Writing about shawls made me want to knit them. Was there ever a more
perfect way to wrap someone you love in warmth?
My children and my friends' children are now teenagers and young adults.
They are experiencing the bumps and pains of the path to adulthood. I wanted to make them
comforting shawls like the one Calliope's grandmother had the vision to knit carefully enough
to hearten her grandchild long after she had died. I wanted a shawl that was like the tea and
sympathy that has eased troubled minds for generations.
My oldest daughter was graduating from high school this year. I listened to
her and her friends talk. They were jittery and excited and nervous about finally getting to
do what they have been yearning for all year: to fly away from the nest. I knew that the
months ahead would be thrilling, but hard on them. I thought "tea and sympathy"
shawls would make a great graduation gifts.
One spring evening, when my usually noisy house was quiet and empty, I sat alone with my shawl
thoughts. I found a pair of circular needles and a few skeins of Homespun yarn. I had never
really written my own pattern before, but how hard could it be? After all, a shawl is just a
I searched for a shawl pattern that was fast and easy to knit, and that would drape softly
over young shoulders. I couldn't seem to find the right one. A knitting catalog arrived with a
dropped-stitch shawl pattern with fringe, knit side to side. It was not the shawl I was
searching for, but I could see that the drop stitch might be good for making a tea and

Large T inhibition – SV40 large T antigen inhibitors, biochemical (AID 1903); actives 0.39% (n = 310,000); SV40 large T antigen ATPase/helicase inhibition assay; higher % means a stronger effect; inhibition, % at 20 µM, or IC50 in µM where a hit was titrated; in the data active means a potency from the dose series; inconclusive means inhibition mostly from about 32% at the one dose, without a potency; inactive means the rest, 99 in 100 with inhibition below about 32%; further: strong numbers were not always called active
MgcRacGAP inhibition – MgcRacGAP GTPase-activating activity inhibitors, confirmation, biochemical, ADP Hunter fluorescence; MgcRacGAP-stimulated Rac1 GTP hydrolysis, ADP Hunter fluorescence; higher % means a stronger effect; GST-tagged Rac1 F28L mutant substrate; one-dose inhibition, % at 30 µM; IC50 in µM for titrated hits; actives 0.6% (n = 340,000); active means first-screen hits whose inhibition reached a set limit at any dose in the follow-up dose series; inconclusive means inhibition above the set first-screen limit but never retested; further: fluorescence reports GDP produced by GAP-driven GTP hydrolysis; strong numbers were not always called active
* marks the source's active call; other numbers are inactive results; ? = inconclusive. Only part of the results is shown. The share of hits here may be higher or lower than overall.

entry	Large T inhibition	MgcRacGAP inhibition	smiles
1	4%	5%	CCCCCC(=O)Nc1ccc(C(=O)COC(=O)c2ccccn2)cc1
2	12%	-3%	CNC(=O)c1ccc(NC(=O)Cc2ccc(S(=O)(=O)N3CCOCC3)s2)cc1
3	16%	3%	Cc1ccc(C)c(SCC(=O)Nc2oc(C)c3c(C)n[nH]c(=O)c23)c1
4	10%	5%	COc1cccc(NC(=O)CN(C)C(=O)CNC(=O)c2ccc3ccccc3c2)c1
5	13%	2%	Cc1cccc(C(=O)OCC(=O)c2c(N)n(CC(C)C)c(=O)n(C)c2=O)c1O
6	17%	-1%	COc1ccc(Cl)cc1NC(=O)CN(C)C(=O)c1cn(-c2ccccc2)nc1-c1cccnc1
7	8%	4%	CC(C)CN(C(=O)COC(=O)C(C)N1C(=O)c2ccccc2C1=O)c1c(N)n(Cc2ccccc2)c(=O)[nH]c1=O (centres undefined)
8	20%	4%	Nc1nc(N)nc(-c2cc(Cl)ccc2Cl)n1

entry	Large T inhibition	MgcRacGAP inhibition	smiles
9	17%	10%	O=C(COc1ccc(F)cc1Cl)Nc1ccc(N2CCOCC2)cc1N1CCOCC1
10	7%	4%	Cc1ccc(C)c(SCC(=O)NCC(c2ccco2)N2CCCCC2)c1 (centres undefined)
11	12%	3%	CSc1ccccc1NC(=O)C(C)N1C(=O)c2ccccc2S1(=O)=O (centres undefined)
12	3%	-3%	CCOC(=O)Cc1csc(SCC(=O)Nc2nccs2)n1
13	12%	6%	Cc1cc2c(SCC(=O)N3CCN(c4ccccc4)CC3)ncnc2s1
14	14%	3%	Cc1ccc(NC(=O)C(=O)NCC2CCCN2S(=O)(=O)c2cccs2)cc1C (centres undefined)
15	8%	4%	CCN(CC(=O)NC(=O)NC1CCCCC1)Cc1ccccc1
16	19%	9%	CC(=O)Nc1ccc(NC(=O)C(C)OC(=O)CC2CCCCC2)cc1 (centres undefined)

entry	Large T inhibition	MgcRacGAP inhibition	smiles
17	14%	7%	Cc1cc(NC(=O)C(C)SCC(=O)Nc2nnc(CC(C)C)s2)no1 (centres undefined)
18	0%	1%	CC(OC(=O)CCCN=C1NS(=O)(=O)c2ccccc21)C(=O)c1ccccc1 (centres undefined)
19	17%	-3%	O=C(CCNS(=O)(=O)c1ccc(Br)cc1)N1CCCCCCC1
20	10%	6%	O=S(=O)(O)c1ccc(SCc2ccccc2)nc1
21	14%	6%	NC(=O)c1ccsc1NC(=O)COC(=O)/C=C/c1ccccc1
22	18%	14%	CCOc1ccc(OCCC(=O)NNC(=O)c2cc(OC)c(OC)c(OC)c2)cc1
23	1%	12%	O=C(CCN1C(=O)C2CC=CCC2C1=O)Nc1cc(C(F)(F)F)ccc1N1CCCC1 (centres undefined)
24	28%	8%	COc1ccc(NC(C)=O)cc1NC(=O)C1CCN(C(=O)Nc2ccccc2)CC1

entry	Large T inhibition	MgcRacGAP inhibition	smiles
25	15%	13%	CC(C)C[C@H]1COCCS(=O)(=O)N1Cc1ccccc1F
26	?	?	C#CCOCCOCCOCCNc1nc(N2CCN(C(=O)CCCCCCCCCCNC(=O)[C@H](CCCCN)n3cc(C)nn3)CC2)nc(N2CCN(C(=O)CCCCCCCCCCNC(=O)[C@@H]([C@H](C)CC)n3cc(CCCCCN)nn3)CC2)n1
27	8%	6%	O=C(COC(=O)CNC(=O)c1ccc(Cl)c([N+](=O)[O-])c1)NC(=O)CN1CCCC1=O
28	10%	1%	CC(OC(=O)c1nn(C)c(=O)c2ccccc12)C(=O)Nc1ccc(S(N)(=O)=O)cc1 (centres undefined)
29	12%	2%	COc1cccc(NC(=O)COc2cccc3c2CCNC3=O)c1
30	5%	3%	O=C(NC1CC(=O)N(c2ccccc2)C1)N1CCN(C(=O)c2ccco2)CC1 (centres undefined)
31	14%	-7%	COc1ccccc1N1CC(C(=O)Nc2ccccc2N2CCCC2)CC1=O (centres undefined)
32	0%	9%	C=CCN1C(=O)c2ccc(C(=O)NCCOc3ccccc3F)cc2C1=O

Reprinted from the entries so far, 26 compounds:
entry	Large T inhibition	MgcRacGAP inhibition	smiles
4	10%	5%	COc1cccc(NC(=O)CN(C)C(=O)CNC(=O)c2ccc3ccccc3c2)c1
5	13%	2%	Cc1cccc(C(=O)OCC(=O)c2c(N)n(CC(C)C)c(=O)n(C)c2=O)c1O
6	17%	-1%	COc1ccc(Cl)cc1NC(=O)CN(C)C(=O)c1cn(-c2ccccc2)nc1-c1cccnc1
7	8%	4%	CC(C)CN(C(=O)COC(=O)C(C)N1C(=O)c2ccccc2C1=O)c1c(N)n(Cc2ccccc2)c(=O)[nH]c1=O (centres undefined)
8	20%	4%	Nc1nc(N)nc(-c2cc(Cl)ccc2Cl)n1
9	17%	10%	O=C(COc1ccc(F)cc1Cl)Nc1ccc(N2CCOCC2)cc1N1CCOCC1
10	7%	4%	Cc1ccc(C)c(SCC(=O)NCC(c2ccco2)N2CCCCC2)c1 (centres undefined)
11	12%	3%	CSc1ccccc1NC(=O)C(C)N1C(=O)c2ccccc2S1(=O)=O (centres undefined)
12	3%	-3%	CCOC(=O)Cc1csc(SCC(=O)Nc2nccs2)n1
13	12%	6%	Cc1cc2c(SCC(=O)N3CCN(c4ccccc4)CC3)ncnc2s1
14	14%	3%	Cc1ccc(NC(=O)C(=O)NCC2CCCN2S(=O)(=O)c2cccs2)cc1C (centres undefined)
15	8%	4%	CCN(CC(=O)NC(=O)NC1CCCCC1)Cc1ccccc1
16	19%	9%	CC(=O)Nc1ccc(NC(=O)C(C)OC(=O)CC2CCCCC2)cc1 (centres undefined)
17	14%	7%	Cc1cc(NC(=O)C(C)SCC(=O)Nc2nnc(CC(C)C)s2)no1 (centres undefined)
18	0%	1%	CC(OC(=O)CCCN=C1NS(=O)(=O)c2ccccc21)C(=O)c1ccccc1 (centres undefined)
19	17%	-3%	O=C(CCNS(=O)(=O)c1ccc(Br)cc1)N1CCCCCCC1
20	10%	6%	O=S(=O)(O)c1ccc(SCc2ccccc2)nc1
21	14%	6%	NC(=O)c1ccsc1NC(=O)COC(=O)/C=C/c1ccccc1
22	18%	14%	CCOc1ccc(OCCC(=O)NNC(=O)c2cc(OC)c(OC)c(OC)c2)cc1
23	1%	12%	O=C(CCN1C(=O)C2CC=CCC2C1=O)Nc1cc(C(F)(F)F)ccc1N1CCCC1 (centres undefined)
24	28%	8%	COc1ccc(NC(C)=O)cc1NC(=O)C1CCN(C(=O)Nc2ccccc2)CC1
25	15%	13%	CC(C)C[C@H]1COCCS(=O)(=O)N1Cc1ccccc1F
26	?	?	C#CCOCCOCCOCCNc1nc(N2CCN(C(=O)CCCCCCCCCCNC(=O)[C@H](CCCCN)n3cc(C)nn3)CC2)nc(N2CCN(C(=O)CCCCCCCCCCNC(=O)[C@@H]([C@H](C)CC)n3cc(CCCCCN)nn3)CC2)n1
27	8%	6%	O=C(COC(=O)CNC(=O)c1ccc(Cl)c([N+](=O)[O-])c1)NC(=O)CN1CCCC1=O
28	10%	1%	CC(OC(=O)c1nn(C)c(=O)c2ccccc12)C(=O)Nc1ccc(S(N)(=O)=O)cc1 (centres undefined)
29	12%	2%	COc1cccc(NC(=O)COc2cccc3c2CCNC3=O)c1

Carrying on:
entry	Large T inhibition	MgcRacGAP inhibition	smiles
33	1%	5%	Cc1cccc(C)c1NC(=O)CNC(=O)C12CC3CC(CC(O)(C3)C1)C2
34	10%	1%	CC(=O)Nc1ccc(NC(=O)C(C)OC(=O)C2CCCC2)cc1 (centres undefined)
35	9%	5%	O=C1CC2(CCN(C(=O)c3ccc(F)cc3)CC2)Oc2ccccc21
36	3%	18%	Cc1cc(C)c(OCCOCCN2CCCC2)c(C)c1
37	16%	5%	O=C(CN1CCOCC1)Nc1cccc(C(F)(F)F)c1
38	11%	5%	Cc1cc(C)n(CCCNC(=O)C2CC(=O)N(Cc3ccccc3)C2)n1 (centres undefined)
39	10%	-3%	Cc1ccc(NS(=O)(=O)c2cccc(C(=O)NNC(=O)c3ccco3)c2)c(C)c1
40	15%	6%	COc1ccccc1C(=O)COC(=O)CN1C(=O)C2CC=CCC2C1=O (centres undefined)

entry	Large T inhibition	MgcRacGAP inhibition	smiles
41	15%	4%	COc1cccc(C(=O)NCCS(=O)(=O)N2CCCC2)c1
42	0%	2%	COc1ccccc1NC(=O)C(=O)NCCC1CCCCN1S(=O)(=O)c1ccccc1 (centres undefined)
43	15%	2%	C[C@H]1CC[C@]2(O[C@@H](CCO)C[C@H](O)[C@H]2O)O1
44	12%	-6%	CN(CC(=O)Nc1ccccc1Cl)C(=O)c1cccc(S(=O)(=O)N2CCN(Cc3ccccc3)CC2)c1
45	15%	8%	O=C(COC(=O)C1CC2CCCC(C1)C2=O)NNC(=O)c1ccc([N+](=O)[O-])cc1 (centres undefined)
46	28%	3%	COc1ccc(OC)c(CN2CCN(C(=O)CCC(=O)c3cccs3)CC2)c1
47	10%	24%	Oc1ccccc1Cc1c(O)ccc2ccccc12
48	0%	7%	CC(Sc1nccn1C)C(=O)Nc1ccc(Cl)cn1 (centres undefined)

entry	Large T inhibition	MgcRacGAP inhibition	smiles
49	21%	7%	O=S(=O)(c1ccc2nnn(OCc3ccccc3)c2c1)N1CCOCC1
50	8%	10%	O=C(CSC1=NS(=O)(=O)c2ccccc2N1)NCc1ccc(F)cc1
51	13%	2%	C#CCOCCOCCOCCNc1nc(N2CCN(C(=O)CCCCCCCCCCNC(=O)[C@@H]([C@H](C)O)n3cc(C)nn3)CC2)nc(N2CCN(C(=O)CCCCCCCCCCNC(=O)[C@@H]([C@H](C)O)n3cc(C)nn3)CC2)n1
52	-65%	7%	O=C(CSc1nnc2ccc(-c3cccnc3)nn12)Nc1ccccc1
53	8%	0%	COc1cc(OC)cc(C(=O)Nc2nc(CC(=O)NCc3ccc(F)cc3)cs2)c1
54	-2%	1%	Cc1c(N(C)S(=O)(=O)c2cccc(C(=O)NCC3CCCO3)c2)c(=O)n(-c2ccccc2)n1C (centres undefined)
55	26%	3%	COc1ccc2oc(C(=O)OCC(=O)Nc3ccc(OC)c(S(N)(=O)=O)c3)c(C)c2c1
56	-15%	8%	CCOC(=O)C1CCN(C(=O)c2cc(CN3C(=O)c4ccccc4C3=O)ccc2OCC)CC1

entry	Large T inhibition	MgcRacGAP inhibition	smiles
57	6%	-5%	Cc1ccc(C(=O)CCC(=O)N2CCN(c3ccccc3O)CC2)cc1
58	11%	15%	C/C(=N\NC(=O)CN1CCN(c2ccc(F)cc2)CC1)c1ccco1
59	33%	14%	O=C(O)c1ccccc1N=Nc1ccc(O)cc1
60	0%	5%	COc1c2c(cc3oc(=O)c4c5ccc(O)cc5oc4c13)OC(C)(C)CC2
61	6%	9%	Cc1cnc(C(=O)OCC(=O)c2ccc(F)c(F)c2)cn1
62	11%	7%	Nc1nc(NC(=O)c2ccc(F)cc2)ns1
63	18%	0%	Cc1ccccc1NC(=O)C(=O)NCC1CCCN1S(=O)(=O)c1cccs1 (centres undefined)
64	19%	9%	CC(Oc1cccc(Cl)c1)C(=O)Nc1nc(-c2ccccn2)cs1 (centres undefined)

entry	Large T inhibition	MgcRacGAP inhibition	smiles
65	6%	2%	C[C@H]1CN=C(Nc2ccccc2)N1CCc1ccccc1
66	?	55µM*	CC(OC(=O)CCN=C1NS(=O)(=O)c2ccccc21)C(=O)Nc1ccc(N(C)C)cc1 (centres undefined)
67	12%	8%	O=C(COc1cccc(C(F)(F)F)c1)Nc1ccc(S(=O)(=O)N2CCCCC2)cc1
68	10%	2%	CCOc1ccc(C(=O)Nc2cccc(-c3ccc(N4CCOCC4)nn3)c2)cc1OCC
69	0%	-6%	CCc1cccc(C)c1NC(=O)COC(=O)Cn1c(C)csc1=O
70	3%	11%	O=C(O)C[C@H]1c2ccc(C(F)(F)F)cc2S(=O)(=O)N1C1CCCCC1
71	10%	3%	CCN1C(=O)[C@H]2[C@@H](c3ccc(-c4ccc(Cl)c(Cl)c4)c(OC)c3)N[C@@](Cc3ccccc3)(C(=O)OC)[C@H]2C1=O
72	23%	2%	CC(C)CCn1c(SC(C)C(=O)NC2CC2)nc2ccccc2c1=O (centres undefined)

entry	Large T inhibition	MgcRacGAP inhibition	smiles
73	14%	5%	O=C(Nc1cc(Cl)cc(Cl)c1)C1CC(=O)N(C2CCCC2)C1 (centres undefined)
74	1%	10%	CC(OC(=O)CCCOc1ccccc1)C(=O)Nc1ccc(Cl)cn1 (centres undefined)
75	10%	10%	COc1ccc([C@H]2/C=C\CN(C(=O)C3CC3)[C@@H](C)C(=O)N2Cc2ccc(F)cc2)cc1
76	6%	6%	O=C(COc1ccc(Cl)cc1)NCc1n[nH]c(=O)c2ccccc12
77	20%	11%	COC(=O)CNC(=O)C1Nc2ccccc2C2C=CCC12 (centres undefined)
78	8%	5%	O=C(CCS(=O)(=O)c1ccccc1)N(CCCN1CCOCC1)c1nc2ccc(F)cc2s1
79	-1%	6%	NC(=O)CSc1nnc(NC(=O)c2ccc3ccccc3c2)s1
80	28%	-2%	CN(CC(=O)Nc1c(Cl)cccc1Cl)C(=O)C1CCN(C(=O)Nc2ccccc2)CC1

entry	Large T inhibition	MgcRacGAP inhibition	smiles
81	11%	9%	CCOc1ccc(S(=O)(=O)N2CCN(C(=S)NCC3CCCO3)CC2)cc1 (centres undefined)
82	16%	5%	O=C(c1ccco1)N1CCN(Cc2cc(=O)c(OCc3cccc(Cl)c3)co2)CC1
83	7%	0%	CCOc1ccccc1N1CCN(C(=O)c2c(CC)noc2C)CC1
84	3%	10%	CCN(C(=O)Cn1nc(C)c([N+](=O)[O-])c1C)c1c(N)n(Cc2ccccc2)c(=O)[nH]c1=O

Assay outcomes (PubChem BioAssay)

After a few attempts, I was able to get a pattern going that I liked. I
used garter and the drop stitch and I did simple increases every few rows to get a triangular
shawl shape. The dropped stitch and the soft thickness of the Homespun yarn made my shawl grow
fast. And when the shawl looked large enough to cover a range of shoulders and graze the
elbows, I cast off the stitches. I took a light bright color from my Homespun stash and edged
the v of the shawl with a single crochet border. I grabbed a third color. I crocheted a chain
and made a loopy fringe. My first tea and sympathy shawl was done. I tried it on. It felt just
like a hug.
I stepped outside. The evening had turned cool as it often does here in the
spring. The shawl kept me cozy and warm. It was then that I realized that this tea and
sympathy shawl, the first of many I would knit over the next few months, was for me.
You can knit a tea and sympathy shawl for a graduation gift, or a present
for a very tired nursing mom. You can knit one for someone you know is going through a rocky
time, or someone who just needs a sign that they are loved. The world is full of young and not
so young people who need a tea and sympathy shawl. And, you, too, may be one of those worthy
folks. So remember this: it is okay to knit one for yourself.